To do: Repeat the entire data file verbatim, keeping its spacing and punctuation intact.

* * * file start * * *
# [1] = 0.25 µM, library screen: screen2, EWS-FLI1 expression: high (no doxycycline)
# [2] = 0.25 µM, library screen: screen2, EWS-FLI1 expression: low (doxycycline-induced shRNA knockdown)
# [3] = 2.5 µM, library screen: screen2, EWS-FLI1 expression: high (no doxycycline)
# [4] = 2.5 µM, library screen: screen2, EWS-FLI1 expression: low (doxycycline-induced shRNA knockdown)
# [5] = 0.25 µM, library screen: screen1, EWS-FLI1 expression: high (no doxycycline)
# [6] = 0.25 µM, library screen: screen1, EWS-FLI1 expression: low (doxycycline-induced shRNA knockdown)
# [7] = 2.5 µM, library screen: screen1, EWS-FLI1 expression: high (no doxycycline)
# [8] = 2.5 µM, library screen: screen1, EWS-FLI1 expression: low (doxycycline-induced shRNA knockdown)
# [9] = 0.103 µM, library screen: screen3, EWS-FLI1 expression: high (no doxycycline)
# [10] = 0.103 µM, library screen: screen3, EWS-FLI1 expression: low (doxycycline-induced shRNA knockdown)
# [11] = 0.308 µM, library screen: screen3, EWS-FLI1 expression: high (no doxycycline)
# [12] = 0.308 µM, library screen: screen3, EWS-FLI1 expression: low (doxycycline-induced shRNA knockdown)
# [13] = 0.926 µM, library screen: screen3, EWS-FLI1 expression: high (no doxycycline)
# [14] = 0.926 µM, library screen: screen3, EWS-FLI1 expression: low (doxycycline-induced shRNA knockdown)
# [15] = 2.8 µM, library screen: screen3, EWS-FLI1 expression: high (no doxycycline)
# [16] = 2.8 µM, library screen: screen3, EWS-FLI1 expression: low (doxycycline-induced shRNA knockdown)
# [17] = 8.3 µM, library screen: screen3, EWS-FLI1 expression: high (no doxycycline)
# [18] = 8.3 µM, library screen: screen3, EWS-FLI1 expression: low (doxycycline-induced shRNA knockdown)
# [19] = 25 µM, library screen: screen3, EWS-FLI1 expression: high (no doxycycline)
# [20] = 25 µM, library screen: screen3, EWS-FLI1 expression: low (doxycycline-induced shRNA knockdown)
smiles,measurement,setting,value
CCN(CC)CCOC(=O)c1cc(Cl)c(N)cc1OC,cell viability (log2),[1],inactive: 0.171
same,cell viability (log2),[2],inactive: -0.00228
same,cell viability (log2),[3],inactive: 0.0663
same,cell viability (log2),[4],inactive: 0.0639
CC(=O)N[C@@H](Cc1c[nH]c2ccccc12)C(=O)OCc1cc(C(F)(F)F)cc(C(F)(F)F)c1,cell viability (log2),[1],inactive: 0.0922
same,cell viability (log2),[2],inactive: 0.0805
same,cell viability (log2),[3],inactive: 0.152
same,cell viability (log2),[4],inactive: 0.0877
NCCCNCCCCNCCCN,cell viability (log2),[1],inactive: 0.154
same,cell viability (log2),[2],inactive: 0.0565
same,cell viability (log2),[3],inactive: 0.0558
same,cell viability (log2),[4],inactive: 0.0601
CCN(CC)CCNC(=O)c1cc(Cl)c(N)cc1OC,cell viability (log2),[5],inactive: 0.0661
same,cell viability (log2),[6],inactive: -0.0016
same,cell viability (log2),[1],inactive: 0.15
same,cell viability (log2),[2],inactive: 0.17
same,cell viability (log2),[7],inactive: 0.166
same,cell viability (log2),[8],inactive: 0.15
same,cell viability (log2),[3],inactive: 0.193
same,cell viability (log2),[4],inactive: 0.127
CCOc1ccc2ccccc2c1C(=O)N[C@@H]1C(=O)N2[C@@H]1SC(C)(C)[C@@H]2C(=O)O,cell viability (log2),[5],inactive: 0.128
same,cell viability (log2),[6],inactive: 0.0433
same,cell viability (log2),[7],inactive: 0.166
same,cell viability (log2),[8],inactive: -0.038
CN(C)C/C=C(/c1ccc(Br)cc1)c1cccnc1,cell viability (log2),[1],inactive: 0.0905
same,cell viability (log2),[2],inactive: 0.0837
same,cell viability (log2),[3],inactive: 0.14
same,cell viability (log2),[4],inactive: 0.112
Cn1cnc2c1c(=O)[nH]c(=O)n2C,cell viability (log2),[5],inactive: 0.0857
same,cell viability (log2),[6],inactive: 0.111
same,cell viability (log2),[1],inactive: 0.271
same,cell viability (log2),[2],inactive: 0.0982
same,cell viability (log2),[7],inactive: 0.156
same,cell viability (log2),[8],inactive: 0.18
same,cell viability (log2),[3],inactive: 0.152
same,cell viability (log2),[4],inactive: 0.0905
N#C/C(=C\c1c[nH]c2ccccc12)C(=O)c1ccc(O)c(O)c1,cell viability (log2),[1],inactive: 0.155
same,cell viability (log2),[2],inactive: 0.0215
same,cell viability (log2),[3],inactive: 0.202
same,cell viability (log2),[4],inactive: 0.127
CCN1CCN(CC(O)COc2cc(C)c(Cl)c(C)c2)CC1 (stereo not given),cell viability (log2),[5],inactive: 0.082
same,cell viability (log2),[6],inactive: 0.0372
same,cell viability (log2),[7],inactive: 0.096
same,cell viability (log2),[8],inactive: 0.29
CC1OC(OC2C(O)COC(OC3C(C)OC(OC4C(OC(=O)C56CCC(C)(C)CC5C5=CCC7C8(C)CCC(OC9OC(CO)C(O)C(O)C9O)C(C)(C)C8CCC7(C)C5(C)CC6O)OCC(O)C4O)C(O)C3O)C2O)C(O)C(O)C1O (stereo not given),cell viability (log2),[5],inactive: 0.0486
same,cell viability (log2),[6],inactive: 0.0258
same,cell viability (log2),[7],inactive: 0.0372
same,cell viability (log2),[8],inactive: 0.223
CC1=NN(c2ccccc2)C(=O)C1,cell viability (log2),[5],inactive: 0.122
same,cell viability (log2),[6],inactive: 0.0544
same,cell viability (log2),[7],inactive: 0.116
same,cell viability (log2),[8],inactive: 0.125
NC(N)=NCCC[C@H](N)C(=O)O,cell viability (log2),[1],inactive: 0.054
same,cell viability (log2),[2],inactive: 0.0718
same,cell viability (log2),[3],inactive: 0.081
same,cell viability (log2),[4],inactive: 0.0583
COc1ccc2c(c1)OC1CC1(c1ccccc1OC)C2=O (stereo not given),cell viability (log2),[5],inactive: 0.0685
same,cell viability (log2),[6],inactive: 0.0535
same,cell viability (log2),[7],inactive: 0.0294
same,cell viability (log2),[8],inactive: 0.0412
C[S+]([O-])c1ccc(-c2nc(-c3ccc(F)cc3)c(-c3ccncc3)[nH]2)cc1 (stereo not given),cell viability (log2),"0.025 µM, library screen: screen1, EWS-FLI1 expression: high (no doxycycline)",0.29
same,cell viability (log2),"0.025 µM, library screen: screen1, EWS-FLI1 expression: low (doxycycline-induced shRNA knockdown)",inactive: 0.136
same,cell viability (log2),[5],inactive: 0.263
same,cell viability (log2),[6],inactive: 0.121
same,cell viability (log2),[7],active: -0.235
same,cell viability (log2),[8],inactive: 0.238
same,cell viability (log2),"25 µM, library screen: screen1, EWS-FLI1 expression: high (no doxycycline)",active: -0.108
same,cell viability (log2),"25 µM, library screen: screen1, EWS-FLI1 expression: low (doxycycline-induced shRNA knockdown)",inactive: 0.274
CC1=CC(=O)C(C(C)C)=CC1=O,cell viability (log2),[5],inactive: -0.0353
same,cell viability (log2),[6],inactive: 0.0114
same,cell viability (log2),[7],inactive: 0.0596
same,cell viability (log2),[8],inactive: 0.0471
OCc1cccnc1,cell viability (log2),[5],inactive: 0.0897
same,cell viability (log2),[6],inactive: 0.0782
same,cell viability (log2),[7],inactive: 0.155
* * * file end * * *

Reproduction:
# [1] = 0.25 µM, library screen: screen2, EWS-FLI1 expression: high (no doxycycline)
# [2] = 0.25 µM, library screen: screen2, EWS-FLI1 expression: low (doxycycline-induced shRNA knockdown)
# [3] = 2.5 µM, library screen: screen2, EWS-FLI1 expression: high (no doxycycline)
# [4] = 2.5 µM, library screen: screen2, EWS-FLI1 expression: low (doxycycline-induced shRNA knockdown)
# [5] = 0.25 µM, library screen: screen1, EWS-FLI1 expression: high (no doxycycline)
# [6] = 0.25 µM, library screen: screen1, EWS-FLI1 expression: low (doxycycline-induced shRNA knockdown)
# [7] = 2.5 µM, library screen: screen1, EWS-FLI1 expression: high (no doxycycline)
# [8] = 2.5 µM, library screen: screen1, EWS-FLI1 expression: low (doxycycline-induced shRNA knockdown)
# [9] = 0.103 µM, library screen: screen3, EWS-FLI1 expression: high (no doxycycline)
# [10] = 0.103 µM, library screen: screen3, EWS-FLI1 expression: low (doxycycline-induced shRNA knockdown)
# [11] = 0.308 µM, library screen: screen3, EWS-FLI1 expression: high (no doxycycline)
# [12] = 0.308 µM, library screen: screen3, EWS-FLI1 expression: low (doxycycline-induced shRNA knockdown)
# [13] = 0.926 µM, library screen: screen3, EWS-FLI1 expression: high (no doxycycline)
# [14] = 0.926 µM, library screen: screen3, EWS-FLI1 expression: low (doxycycline-induced shRNA knockdown)
# [15] = 2.8 µM, library screen: screen3, EWS-FLI1 expression: high (no doxycycline)
# [16] = 2.8 µM, library screen: screen3, EWS-FLI1 expression: low (doxycycline-induced shRNA knockdown)
# [17] = 8.3 µM, library screen: screen3, EWS-FLI1 expression: high (no doxycycline)
# [18] = 8.3 µM, library screen: screen3, EWS-FLI1 expression: low (doxycycline-induced shRNA knockdown)
# [19] = 25 µM, library screen: screen3, EWS-FLI1 expression: high (no doxycycline)
# [20] = 25 µM, library screen: screen3, EWS-FLI1 expression: low (doxycycline-induced shRNA knockdown)
smiles,measurement,setting,value
CCN(CC)CCOC(=O)c1cc(Cl)c(N)cc1OC,cell viability (log2),[1],inactive: 0.171
same,cell viability (log2),[2],inactive: -0.00228
same,cell viability (log2),[3],inactive: 0.0663
same,cell viability (log2),[4],inactive: 0.0639
CC(=O)N[C@@H](Cc1c[nH]c2ccccc12)C(=O)OCc1cc(C(F)(F)F)cc(C(F)(F)F)c1,cell viability (log2),[1],inactive: 0.0922
same,cell viability (log2),[2],inactive: 0.0805
same,cell viability (log2),[3],inactive: 0.152
same,cell viability (log2),[4],inactive: 0.0877
NCCCNCCCCNCCCN,cell viability (log2),[1],inactive: 0.154
same,cell viability (log2),[2],inactive: 0.0565
same,cell viability (log2),[3],inactive: 0.0558
same,cell viability (log2),[4],inactive: 0.0601
CCN(CC)CCNC(=O)c1cc(Cl)c(N)cc1OC,cell viability (log2),[5],inactive: 0.0661
same,cell viability (log2),[6],inactive: -0.0016
same,cell viability (log2),[1],inactive: 0.15
same,cell viability (log2),[2],inactive: 0.17
same,cell viability (log2),[7],inactive: 0.166
same,cell viability (log2),[8],inactive: 0.15
same,cell viability (log2),[3],inactive: 0.193
same,cell viability (log2),[4],inactive: 0.127
CCOc1ccc2ccccc2c1C(=O)N[C@@H]1C(=O)N2[C@@H]1SC(C)(C)[C@@H]2C(=O)O,cell viability (log2),[5],inactive: 0.128
same,cell viability (log2),[6],inactive: 0.0433
same,cell viability (log2),[7],inactive: 0.166
same,cell viability (log2),[8],inactive: -0.038
CN(C)C/C=C(/c1ccc(Br)cc1)c1cccnc1,cell viability (log2),[1],inactive: 0.0905
same,cell viability (log2),[2],inactive: 0.0837
same,cell viability (log2),[3],inactive: 0.14
same,cell viability (log2),[4],inactive: 0.112
Cn1cnc2c1c(=O)[nH]c(=O)n2C,cell viability (log2),[5],inactive: 0.0857
same,cell viability (log2),[6],inactive: 0.111
same,cell viability (log2),[1],inactive: 0.271
same,cell viability (log2),[2],inactive: 0.0982
same,cell viability (log2),[7],inactive: 0.156
same,cell viability (log2),[8],inactive: 0.18
same,cell viability (log2),[3],inactive: 0.152
same,cell viability (log2),[4],inactive: 0.0905
N#C/C(=C\c1c[nH]c2ccccc12)C(=O)c1ccc(O)c(O)c1,cell viability (log2),[1],inactive: 0.155
same,cell viability (log2),[2],inactive: 0.0215
same,cell viability (log2),[3],inactive: 0.202
same,cell viability (log2),[4],inactive: 0.127
CCN1CCN(CC(O)COc2cc(C)c(Cl)c(C)c2)CC1 (stereo not given),cell viability (log2),[5],inactive: 0.082
same,cell viability (log2),[6],inactive: 0.0372
same,cell viability (log2),[7],inactive: 0.096
same,cell viability (log2),[8],inactive: 0.29
CC1OC(OC2C(O)COC(OC3C(C)OC(OC4C(OC(=O)C56CCC(C)(C)CC5C5=CCC7C8(C)CCC(OC9OC(CO)C(O)C(O)C9O)C(C)(C)C8CCC7(C)C5(C)CC6O)OCC(O)C4O)C(O)C3O)C2O)C(O)C(O)C1O (stereo not given),cell viability (log2),[5],inactive: 0.0486
same,cell viability (log2),[6],inactive: 0.0258
same,cell viability (log2),[7],inactive: 0.0372
same,cell viability (log2),[8],inactive: 0.223
CC1=NN(c2ccccc2)C(=O)C1,cell viability (log2),[5],inactive: 0.122
same,cell viability (log2),[6],inactive: 0.0544
same,cell viability (log2),[7],inactive: 0.116
same,cell viability (log2),[8],inactive: 0.125
NC(N)=NCCC[C@H](N)C(=O)O,cell viability (log2),[1],inactive: 0.054
same,cell viability (log2),[2],inactive: 0.0718
same,cell viability (log2),[3],inactive: 0.081
same,cell viability (log2),[4],inactive: 0.0583
COc1ccc2c(c1)OC1CC1(c1ccccc1OC)C2=O (stereo not given),cell viability (log2),[5],inactive: 0.0685
same,cell viability (log2),[6],inactive: 0.0535
same,cell viability (log2),[7],inactive: 0.0294
same,cell viability (log2),[8],inactive: 0.0412
C[S+]([O-])c1ccc(-c2nc(-c3ccc(F)cc3)c(-c3ccncc3)[nH]2)cc1 (stereo not given),cell viability (log2),"0.025 µM, library screen: screen1, EWS-FLI1 expression: high (no doxycycline)",0.29
same,cell viability (log2),"0.025 µM, library screen: screen1, EWS-FLI1 expression: low (doxycycline-induced shRNA knockdown)",inactive: 0.136
same,cell viability (log2),[5],inactive: 0.263
same,cell viability (log2),[6],inactive: 0.121
same,cell viability (log2),[7],active: -0.235
same,cell viability (log2),[8],inactive: 0.238
same,cell viability (log2),"25 µM, library screen: screen1, EWS-FLI1 expression: high (no doxycycline)",active: -0.108
same,cell viability (log2),"25 µM, library screen: screen1, EWS-FLI1 expression: low (doxycycline-induced shRNA knockdown)",inactive: 0.274
CC1=CC(=O)C(C(C)C)=CC1=O,cell viability (log2),[5],inactive: -0.0353
same,cell viability (log2),[6],inactive: 0.0114
same,cell viability (log2),[7],inactive: 0.0596
same,cell viability (log2),[8],inactive: 0.0471
OCc1cccnc1,cell viability (log2),[5],inactive: 0.0897
same,cell viability (log2),[6],inactive: 0.0782
same,cell viability (log2),[7],inactive: 0.155